In the April 6 consolidated election, incumbent Richard Irvin, Alderman Judd Lofchie and former East Aurora Unit District 131 board member John Laesch are vying for a 4-year term as Aurora mayor.
Occupation: Union Carpenter (Local 174), works for Kiewit
Civic involvement: I have been more of an activist than a group joiner. I have served on the Steering Committee with Northern Illinois Jobs with Justice since I moved to Aurora and have participated in a number of initiatives to push for living wages, oppose corporate charter schools and fight for environmental protections at all levels of government. I have volunteered for various organizations like CAAN or Hesed House when invited, but the majority of my charity work has been in an on-call basis when my friends or neighbors need a friendly, neighborhood carpenter.
Q: How do you view your role in confronting the pandemic: provide leadership even if unpopular, give a voice to constituents — even ones with whom you disagree, or defer to state and federal authorities?
A: I view my role as providing clear leadership in helping to protect the lives of Aurora residents, the livelihood of business owners and workers, and making sure residents maintain a place to live and are vaccinated if that is their choice. Every elected official has the responsibility to do what is in the best interest of the general public during a national crisis like this pandemic. As the pandemic continues, I will keep Aurora in compliance with CDC and IDPH guidelines to protect the public and help flatten the curve so health care facilities can stay below capacity.
The City of Aurora did a good job helping some businesses modify outdoor dining and curbside pickup, but others received no help. The city could have helped all Aurora businesses navigate paperwork for federal financial assistance. The applications should have also been in Spanish also.
As mayor I would have put a mask requirement in place for all public places early during the pandemic. The mandate would have been enforced by the businesses, public institutions, or nonprofits, with police backup if a business faced an obstinate customer. I do not support random stops on the street for those not wearing masks.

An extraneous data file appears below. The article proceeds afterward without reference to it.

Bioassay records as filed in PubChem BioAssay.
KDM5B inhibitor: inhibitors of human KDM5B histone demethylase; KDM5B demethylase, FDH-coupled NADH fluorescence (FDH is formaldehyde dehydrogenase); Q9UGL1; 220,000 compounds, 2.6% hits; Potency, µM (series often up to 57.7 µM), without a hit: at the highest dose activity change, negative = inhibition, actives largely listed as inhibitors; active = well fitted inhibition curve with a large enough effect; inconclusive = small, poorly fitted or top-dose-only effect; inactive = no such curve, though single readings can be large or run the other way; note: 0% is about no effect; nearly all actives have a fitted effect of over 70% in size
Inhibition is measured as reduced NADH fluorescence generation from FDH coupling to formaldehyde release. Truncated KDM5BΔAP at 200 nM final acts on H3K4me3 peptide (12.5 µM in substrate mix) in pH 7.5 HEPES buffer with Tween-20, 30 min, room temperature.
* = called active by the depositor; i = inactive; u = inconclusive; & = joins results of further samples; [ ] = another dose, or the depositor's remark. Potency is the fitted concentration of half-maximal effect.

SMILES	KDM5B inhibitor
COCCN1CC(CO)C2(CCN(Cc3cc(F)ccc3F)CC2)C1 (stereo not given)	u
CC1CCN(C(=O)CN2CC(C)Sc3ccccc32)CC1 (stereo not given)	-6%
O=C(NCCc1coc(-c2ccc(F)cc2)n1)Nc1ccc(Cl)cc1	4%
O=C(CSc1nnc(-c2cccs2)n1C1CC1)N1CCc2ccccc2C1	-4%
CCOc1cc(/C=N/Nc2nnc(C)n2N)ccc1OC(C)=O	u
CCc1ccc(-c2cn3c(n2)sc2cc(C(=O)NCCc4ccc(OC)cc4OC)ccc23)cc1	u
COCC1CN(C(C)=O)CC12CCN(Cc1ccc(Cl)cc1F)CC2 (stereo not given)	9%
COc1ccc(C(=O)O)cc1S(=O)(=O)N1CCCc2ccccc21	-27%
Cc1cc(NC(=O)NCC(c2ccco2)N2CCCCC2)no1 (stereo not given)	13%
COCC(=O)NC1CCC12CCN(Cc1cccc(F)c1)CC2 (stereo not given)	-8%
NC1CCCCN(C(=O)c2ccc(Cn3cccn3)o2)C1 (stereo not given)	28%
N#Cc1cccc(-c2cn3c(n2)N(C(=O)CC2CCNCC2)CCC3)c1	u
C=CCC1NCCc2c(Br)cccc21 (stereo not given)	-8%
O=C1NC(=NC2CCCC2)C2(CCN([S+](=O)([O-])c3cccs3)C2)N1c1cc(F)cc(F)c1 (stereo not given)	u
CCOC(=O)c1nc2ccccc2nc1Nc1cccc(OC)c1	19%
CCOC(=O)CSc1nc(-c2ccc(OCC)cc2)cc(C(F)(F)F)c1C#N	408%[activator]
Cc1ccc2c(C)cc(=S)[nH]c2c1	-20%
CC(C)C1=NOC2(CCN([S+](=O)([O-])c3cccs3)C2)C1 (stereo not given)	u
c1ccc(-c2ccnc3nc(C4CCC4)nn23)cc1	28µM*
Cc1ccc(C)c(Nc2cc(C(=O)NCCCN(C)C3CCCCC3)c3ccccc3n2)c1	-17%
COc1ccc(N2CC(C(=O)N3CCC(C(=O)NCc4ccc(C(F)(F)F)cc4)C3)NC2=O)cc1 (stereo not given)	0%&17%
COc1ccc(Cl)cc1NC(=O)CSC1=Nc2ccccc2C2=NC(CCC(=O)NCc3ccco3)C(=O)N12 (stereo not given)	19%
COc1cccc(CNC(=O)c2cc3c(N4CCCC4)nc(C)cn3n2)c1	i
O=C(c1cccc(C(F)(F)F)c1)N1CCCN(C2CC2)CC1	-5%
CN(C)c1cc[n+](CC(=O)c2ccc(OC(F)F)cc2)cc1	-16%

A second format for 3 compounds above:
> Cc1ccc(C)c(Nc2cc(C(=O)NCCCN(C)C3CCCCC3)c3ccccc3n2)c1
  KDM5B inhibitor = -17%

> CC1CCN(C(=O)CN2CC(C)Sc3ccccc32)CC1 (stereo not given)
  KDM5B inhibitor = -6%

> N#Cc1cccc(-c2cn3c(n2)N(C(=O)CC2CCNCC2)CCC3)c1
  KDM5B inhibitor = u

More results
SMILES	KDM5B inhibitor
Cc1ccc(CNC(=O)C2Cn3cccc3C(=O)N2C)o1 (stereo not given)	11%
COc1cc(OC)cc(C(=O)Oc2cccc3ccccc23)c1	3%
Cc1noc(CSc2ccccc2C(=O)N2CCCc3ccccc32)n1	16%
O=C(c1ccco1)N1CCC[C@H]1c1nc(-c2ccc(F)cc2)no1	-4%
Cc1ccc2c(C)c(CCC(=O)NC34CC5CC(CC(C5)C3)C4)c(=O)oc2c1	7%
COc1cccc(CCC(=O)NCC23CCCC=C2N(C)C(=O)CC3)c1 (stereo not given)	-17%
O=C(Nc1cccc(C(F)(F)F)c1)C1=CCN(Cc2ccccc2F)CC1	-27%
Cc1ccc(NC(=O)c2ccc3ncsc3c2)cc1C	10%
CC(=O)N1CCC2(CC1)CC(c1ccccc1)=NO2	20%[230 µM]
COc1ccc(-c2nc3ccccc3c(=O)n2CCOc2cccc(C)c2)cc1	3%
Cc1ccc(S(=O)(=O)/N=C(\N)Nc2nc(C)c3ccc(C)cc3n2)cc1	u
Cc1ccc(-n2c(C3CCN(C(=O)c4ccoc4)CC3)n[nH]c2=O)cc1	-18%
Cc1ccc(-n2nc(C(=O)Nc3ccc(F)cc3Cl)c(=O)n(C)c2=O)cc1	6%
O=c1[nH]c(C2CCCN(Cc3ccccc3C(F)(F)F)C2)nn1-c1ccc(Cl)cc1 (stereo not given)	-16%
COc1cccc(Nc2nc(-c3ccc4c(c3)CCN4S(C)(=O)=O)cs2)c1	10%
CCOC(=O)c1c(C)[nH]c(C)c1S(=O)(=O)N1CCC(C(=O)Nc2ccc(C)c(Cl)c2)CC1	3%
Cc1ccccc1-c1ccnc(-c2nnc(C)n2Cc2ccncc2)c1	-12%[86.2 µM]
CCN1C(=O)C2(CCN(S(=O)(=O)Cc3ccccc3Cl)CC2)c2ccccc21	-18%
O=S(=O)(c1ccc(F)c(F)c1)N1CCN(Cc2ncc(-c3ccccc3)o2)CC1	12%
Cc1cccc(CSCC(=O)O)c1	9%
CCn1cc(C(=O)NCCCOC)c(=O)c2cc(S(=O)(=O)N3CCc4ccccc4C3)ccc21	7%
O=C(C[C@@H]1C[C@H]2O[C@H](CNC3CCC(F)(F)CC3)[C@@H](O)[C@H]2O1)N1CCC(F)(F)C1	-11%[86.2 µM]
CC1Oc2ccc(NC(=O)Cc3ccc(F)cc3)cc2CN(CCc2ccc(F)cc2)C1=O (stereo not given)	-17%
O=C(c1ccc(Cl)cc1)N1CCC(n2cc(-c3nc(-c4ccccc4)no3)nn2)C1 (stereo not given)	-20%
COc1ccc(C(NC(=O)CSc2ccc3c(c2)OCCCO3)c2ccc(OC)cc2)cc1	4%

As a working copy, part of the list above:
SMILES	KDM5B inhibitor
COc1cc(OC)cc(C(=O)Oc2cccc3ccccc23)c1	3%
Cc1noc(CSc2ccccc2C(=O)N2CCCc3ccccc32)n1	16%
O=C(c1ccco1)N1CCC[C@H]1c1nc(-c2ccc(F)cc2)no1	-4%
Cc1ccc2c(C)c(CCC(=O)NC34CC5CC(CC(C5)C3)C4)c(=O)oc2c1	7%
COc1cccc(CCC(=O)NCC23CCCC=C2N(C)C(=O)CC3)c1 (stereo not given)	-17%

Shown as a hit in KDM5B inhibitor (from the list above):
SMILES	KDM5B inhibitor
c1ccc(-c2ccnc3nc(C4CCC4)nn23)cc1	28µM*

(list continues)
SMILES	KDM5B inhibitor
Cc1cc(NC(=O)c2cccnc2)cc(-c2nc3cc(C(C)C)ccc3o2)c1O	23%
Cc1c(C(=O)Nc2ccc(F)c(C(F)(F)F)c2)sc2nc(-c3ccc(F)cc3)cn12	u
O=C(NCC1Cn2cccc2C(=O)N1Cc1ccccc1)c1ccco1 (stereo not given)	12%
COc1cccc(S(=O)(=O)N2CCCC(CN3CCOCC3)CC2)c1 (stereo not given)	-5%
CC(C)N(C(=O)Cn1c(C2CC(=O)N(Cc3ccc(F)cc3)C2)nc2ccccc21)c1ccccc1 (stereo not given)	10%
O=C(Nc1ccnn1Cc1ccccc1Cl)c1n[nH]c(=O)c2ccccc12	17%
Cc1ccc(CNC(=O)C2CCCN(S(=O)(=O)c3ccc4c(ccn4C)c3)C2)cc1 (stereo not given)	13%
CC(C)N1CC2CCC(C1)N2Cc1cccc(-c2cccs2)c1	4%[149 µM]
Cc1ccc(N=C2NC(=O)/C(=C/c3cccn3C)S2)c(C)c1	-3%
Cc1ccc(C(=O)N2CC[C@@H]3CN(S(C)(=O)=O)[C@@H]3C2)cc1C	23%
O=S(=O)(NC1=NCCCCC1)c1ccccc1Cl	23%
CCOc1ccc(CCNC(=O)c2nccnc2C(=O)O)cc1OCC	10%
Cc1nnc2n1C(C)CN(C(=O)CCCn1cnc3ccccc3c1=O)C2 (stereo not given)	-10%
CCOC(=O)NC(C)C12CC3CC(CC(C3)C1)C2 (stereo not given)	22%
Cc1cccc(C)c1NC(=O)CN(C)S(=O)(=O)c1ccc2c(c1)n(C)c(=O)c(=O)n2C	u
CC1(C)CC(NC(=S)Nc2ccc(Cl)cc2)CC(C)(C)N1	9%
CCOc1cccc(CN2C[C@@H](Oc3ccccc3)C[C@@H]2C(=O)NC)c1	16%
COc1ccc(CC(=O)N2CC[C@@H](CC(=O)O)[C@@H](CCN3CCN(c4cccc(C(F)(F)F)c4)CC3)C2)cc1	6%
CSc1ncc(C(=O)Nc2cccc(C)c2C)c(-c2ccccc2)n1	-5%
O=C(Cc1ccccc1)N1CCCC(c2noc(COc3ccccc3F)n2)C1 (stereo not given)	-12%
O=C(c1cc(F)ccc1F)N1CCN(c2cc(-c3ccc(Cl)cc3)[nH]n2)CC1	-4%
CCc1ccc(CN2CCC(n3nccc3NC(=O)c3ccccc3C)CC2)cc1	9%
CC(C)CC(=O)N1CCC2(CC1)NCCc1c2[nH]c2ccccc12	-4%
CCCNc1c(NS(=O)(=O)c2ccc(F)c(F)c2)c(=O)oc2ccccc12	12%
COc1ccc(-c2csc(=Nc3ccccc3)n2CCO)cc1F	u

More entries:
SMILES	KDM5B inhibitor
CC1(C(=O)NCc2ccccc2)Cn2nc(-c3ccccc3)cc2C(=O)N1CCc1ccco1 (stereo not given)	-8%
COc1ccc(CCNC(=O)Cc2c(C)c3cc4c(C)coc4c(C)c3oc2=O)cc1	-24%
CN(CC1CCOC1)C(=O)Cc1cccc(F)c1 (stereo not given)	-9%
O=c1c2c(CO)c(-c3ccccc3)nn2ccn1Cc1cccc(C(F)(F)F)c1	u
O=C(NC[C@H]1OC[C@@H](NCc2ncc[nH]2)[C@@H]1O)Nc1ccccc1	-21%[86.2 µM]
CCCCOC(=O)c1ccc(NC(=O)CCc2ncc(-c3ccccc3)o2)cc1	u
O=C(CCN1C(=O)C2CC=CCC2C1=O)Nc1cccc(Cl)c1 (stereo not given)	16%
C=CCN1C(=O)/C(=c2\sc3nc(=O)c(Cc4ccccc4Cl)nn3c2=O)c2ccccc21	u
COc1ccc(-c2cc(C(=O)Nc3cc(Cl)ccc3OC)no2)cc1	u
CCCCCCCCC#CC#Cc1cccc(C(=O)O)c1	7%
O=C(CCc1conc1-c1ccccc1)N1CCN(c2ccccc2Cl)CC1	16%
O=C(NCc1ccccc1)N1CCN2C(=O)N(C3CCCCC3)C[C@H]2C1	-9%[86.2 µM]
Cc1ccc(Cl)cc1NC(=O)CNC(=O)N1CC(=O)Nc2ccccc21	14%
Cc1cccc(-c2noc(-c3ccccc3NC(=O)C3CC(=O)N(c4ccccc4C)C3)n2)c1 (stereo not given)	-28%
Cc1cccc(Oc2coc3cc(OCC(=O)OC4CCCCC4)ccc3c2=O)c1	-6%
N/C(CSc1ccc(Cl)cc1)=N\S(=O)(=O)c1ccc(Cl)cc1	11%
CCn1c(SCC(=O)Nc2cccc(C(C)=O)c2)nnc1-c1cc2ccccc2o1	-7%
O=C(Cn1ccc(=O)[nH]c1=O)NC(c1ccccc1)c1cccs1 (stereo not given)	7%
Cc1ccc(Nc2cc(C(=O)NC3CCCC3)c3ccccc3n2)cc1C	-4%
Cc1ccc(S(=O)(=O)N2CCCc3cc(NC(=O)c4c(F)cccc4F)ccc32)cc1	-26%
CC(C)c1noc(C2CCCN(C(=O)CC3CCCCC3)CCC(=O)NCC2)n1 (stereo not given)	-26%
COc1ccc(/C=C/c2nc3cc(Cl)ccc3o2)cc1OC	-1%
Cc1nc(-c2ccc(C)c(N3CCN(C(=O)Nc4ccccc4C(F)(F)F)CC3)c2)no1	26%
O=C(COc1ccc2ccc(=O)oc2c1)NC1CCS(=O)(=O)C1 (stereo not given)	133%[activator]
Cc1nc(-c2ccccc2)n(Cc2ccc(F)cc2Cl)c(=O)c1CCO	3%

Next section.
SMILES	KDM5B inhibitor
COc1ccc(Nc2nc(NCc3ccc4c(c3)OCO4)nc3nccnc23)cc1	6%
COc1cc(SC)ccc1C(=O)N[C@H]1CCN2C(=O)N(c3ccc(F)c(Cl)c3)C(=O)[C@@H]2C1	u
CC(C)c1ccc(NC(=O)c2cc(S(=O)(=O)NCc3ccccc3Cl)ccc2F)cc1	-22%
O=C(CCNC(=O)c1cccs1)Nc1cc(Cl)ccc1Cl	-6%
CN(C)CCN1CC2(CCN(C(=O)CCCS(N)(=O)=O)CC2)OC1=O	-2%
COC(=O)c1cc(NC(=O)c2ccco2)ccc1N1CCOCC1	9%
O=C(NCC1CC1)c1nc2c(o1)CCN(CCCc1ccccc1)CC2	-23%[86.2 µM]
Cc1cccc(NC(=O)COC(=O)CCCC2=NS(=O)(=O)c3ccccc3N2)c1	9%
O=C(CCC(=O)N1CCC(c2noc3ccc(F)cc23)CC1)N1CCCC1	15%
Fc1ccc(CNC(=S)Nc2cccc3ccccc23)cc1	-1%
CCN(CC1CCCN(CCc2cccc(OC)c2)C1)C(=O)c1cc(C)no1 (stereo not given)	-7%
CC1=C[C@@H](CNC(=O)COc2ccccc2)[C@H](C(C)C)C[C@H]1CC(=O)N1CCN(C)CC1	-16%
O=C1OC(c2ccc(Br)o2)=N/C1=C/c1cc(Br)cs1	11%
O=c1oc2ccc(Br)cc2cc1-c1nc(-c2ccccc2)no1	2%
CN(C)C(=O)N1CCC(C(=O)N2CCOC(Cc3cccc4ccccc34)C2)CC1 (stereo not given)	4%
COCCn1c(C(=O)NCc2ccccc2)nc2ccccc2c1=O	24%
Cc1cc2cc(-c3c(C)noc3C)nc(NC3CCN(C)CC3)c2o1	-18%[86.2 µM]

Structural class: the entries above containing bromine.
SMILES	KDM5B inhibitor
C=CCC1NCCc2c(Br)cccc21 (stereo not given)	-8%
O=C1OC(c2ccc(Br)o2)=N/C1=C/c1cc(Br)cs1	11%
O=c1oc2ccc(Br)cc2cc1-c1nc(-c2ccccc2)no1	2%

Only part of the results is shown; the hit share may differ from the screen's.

Q: Did your town continue to adequately serve its constituents during the disruptions caused by the pandemic? If so, please cite an example of how it successfully adjusted to providing services. If not, please cite a specific example of what could have been done better.
A: The city did a good job coordinating with Northern Illinois Food Bank to distribute food.
Right now people in Aurora are struggling to find ways to get vaccinated, Many are facing housing and job insecurities, small businesses are closing their doors, and people are concerned about rising crime rates.
The city could have done a better job proactively helping businesses qualify for CRF money and make adjustments for outdoor dining.
We need a proactive approach to help residents qualify for assistance with utility bills. There are still significant resources available for utility assistance.
We need a proactive approach to help local landlords and renters get emergency rental assistance (ERA funds).
We needed a more proactive pursuit of CARES money that was available for homeless people to find temporary housing and hotel rooms early during the pandemic.
All of these efforts would bring more money into our community and stabilize our local economy.
We need better communication. A quarterly newsletter and dedicated Web page could have publicized these resources and communicate to residents how to get in line for a vaccine.
Q: In light of our experiences with COVID-19, what safeguards/guidelines should you put in place to address any future public health crises?
A: We need to have constant communication with the public and possibly a call center helping direct our residents to the correct place to get vaccinated. The city should partner with the counties to create a city vaccination center.
VNA has a solid footprint in Aurora and would be an ideal institution to partner with to have a central health coordinator. This position would coordinate and be a liaison between the city and County Health Departments, IDPH and CDC.
We need to write up a “lessons learned” from a public safety perspective and evaluate what could have been done better to respond as we craft future contingency plans.